Some interpret the heightened tension as India’s response to the clarion call of President Trump to relocate US businesses from China which India is not prepared given its poor infrastructure, lack of skilled labor and stringent foreign investment restrictions.

India insists that there is no border that links China with Pakistan. India claims the proposed pan highway passes through disputed area of Gilgit and Baltistan, ignoring India’s concern for its sovereignty and territorial integrity. As if to tighten the belt, India revoked the special status granted under Article 370 of the Indian Constitution to Jammu and Kashmir. Analysts say that unless the tension over Kashmir is resolved, China will not be able to continue the highway to reach all the way to the port of Gwadar. India has rejected the BRI, citing CPEC, which passes through India-claimed territory as an infringement of its sovereignty.

Maybe the best option for India is not to follow the call of the “Pied Piper” for that could only lead them to complete ruin and economic disaster. The clamor of the US to relocate production from China to India is more of an empty talk. Ultimately, it is those affected that will still decide whether the new site will offer them the best and the highest chance of earning profit.

Maintaining the status quo of economic cooperation is a tempting win-win formula they cannot avoid. At present, China is India’s biggest trading partner accounting to 18 percent of its imports and 9 percent of its exports. Report says India relies more on China not only for finished goods but also for intermediate goods used for domestic production.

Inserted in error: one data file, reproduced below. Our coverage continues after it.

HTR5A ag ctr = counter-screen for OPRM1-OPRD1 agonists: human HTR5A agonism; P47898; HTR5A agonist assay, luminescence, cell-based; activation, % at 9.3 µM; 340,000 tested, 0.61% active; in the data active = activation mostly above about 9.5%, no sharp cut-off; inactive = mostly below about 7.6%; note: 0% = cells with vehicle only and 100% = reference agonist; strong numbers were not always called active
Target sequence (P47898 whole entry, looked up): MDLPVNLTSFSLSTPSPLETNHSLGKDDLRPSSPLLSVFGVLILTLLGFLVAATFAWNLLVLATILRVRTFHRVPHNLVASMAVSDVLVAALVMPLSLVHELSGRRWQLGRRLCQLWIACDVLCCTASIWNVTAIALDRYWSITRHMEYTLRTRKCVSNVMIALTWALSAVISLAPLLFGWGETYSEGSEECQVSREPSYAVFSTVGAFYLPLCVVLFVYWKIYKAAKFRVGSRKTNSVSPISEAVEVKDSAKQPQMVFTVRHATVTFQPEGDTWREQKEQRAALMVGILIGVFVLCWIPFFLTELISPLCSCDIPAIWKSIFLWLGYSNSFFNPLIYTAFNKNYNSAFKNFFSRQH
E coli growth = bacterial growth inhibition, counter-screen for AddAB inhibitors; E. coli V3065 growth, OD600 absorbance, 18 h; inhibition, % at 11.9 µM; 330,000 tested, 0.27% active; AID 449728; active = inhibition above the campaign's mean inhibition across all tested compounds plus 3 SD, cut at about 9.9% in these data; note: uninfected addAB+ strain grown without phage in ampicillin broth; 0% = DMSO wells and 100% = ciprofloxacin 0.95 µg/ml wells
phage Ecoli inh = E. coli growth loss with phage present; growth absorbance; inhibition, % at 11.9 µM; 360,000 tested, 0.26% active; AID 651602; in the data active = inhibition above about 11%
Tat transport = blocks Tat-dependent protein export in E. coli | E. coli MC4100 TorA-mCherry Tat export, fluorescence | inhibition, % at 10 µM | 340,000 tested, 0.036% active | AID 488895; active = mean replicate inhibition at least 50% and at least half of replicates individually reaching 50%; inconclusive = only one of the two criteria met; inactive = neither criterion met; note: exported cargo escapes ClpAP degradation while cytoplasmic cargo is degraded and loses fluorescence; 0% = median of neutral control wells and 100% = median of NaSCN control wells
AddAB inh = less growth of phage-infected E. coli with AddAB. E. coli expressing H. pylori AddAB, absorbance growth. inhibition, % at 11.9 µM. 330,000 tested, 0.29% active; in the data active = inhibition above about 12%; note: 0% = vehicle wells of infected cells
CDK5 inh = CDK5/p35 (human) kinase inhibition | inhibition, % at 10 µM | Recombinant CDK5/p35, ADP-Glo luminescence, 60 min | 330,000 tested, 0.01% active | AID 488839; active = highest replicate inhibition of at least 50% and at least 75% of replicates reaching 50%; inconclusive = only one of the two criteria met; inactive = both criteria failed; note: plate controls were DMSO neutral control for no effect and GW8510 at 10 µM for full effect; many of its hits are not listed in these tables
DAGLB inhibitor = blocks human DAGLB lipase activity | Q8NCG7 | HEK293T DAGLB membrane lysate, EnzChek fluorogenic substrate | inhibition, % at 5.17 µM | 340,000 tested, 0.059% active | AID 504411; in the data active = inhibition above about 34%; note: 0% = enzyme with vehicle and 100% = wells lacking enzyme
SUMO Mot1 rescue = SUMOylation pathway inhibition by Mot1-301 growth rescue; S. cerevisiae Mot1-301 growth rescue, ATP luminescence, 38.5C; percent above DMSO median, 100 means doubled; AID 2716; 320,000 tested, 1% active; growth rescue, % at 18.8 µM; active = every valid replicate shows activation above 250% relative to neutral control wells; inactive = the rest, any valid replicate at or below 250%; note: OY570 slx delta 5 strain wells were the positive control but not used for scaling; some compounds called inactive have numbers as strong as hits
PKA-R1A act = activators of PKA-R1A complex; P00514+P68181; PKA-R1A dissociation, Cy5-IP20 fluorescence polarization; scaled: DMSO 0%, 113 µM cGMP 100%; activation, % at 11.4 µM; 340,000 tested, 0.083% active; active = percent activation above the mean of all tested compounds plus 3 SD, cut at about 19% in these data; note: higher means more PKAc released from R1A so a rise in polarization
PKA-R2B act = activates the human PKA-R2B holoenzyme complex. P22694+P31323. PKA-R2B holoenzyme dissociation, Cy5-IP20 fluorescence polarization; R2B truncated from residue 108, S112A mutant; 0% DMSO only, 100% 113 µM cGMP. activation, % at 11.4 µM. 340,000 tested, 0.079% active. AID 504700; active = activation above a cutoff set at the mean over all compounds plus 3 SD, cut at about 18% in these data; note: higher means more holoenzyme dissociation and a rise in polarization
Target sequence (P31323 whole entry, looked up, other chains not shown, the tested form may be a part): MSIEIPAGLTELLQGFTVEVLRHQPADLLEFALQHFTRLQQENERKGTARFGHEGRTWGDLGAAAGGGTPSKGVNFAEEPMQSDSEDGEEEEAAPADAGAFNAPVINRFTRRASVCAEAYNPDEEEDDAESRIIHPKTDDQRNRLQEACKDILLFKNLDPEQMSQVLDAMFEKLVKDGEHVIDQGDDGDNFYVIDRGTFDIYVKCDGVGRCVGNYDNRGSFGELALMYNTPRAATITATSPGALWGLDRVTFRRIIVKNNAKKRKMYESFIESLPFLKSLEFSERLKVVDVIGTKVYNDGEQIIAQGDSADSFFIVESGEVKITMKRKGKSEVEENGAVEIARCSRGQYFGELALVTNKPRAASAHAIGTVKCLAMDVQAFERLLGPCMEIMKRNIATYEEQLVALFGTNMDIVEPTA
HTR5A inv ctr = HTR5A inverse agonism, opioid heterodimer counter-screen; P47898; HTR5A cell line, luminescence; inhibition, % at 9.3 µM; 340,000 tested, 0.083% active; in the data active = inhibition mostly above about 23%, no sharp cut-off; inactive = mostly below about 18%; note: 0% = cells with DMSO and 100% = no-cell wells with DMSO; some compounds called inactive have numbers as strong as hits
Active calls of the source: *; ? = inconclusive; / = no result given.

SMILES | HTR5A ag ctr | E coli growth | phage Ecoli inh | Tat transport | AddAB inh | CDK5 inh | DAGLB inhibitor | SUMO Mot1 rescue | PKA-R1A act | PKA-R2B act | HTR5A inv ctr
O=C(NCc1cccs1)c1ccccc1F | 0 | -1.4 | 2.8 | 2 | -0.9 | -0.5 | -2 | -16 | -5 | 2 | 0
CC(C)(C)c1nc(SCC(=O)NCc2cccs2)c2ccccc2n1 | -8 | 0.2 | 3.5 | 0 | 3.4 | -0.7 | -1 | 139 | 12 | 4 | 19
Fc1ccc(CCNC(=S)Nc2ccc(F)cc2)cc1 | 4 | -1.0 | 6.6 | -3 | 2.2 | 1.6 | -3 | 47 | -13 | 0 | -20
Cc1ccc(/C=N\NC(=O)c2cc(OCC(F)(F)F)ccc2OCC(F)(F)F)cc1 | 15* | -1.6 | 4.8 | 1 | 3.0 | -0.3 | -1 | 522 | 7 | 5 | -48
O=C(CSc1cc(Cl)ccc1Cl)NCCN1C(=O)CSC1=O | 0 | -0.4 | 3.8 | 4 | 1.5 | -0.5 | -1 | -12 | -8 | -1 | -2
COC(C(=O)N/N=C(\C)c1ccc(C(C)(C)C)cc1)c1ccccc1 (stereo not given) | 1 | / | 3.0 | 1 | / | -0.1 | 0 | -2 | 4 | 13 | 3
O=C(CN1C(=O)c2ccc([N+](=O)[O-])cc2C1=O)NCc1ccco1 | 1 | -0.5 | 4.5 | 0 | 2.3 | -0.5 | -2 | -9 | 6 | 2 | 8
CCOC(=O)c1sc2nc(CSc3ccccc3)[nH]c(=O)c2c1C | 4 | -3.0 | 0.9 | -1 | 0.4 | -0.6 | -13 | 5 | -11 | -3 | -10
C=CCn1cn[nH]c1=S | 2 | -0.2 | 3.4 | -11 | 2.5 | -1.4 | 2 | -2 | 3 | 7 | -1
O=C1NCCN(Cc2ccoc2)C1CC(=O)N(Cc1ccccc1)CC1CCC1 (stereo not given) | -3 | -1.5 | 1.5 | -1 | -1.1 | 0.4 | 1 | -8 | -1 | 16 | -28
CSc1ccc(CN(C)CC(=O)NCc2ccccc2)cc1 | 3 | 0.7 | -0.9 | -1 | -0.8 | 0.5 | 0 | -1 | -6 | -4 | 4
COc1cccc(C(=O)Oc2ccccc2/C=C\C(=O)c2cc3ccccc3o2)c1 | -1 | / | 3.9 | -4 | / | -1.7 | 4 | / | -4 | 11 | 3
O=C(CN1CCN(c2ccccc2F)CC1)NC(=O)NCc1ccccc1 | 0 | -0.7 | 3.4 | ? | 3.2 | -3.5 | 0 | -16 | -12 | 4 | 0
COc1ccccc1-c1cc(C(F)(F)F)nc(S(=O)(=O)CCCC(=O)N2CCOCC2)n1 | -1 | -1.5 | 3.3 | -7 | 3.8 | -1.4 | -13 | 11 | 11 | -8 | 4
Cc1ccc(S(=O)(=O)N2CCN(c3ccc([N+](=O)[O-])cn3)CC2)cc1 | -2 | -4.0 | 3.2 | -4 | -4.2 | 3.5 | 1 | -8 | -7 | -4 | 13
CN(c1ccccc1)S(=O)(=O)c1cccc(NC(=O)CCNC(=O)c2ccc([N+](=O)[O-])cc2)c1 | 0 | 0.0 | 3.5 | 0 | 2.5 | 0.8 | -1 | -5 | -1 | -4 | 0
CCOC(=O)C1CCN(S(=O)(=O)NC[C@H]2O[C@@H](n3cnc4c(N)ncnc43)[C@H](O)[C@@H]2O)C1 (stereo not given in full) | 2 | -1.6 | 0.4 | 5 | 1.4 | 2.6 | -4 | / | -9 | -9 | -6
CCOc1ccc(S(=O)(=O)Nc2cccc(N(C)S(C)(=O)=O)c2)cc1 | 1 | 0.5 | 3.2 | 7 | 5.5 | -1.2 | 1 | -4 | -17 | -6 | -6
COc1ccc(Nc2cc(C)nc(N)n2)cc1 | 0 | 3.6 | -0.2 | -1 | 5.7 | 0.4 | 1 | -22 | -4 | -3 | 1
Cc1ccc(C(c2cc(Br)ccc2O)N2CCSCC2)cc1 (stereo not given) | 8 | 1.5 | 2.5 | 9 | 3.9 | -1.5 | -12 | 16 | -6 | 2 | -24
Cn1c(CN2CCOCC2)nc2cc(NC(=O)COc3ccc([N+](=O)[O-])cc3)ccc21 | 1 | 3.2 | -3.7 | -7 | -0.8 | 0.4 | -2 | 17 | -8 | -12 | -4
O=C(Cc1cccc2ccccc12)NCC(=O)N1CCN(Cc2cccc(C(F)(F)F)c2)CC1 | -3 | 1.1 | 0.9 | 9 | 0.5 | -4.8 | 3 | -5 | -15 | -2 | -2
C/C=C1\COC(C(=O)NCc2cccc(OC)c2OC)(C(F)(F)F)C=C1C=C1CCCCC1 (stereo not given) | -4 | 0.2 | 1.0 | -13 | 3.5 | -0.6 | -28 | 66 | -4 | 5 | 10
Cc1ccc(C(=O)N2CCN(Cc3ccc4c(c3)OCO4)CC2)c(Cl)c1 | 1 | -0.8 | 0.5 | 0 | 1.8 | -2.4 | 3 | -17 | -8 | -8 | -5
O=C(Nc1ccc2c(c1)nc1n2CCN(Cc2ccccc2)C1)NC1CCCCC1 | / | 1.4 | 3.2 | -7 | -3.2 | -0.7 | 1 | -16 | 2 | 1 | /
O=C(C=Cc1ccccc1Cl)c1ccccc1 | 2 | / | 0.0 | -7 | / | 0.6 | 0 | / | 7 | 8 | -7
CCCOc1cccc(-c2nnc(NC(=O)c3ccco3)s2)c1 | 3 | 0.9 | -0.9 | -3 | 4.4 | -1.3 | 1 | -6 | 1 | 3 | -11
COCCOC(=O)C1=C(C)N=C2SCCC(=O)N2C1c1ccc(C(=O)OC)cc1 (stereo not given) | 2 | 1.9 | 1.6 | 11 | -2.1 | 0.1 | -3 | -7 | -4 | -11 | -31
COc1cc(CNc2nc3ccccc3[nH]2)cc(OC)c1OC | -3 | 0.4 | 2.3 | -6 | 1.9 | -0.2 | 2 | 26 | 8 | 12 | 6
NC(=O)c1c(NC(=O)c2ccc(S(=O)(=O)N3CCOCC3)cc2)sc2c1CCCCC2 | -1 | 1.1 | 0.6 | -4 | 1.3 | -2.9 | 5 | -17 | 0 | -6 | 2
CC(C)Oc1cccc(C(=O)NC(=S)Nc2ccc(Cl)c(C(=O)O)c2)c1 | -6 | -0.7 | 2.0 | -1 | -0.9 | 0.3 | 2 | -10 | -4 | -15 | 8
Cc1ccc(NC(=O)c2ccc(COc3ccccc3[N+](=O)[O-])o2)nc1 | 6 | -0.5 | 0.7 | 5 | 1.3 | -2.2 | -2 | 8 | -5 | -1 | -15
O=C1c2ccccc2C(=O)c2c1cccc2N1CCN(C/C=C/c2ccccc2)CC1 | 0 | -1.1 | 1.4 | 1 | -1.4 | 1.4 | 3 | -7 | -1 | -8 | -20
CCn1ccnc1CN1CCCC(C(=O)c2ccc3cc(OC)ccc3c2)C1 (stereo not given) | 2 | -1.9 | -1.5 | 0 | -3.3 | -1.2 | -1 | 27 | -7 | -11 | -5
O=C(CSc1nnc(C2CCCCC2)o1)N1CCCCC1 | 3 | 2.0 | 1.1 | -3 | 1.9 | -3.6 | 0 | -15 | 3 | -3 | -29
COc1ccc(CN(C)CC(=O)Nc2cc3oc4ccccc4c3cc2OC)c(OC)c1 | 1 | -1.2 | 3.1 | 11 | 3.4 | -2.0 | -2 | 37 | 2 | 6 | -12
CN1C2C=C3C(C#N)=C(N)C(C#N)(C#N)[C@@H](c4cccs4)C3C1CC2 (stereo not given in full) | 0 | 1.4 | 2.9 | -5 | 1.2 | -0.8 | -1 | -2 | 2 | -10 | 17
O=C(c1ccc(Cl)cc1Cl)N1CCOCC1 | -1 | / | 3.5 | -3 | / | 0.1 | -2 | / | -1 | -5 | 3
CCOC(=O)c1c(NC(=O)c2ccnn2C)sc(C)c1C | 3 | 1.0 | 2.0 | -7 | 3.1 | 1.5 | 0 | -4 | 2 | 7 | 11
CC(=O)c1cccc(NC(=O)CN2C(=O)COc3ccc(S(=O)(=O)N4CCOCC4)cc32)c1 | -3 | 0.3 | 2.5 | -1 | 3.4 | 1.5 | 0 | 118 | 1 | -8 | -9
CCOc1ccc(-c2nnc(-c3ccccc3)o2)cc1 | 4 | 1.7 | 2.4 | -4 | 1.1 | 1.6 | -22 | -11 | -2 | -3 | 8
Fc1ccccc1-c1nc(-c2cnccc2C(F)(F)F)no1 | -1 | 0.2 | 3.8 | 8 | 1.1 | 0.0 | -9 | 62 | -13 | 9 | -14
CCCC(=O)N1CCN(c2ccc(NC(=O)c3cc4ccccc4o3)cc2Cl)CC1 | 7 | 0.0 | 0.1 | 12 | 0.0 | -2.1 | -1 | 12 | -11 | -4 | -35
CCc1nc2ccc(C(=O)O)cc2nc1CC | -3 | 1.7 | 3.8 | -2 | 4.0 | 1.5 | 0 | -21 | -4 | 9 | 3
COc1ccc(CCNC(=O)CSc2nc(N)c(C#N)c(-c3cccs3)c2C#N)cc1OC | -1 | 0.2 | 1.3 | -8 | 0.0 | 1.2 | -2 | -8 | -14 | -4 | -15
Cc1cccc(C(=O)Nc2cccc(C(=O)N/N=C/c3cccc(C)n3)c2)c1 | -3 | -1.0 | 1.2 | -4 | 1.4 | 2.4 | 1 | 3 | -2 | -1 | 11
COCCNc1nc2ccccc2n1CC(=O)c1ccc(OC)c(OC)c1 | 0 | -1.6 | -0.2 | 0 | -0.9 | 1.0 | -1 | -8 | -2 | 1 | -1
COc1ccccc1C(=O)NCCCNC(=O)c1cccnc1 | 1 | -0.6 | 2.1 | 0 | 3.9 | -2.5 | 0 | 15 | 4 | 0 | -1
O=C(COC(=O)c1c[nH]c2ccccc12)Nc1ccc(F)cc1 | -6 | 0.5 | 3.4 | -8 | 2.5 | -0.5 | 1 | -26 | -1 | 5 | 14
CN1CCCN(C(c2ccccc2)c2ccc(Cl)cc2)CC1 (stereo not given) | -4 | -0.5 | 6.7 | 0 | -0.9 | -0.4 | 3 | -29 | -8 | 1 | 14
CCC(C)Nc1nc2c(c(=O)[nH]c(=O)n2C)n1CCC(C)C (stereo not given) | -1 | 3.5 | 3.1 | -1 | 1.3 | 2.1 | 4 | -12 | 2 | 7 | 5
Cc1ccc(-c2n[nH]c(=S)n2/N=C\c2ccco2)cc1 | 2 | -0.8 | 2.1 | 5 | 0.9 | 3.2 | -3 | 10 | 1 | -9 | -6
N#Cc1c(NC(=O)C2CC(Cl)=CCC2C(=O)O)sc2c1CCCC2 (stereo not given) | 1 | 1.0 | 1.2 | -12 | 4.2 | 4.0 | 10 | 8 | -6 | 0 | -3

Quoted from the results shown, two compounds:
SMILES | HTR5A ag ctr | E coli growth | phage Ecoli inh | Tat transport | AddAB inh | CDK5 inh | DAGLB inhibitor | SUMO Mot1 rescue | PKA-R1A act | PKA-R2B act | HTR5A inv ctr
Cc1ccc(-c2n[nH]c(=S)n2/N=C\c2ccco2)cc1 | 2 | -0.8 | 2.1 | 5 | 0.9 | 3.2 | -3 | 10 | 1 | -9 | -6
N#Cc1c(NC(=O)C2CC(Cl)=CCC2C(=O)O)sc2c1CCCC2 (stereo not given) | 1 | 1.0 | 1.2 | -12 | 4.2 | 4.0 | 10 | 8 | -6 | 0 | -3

According to Money Control Ready Reckoner, 75 percent of the smartphones sold in India are made by Chinese companies. The number of smartphone users in India is expected to rise by 84 percent that is from 468 million in 2017 to 859 million by 2022.

Apple says iPhone is “built everywhere in the world” but many of its components still come from China. China accounts for 67 percent of its imports in electronic components (market Size Rs 5,300 billion). Semiconductors and integrated circuits, which are the heart of modern electronic devices, such as laptops and phones, are among the components that India buys from China.

67 percent of India's active pharmaceutical ingredients come from China.  India imported $2.6 billion worth of these chemicals during the April-December 2019 period. Of this, $1.8 billion worth of APIs came from China.

45 percent of consumer durables are imported from China. The sector is estimated to be around Rs 763 billion ($11.2-billion in FY19). AC, refrigerators and televisions lead the pack. 45 percent of the smart TVs sold in India are Chinese, with alternatives costlier by 20-45 percent. 38 percent of imported leather goods like shoes come from China. The market size of the leather products is worth Rs 780 billion ($11.5 billion in FY19).

18 percent of India’s auto components come from China with a market worth Rs 3,590 billion ($53-billion). India imports $460 million worth of synthetic yarn and $360 million worth of synthetic fabric from China annually. It also imports over $140 million worth of accessories like buttons, zippers, hangers and needles.

With this statistical economic comparison, it would appear that the tension generated by India is more of misplaced nationalism coupled with pride that China has overtaken it. This is aggravated by Pakistan also economically threatening to surpass them. Should Pakistan board China’s BRI it will open wide its gates to the Arabian Sea to bring forth the magic of prosperity though unhampered trading.

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Topics: Rod Kapunan , India-China border , Ladakh’s Galway Valley , roof of the earth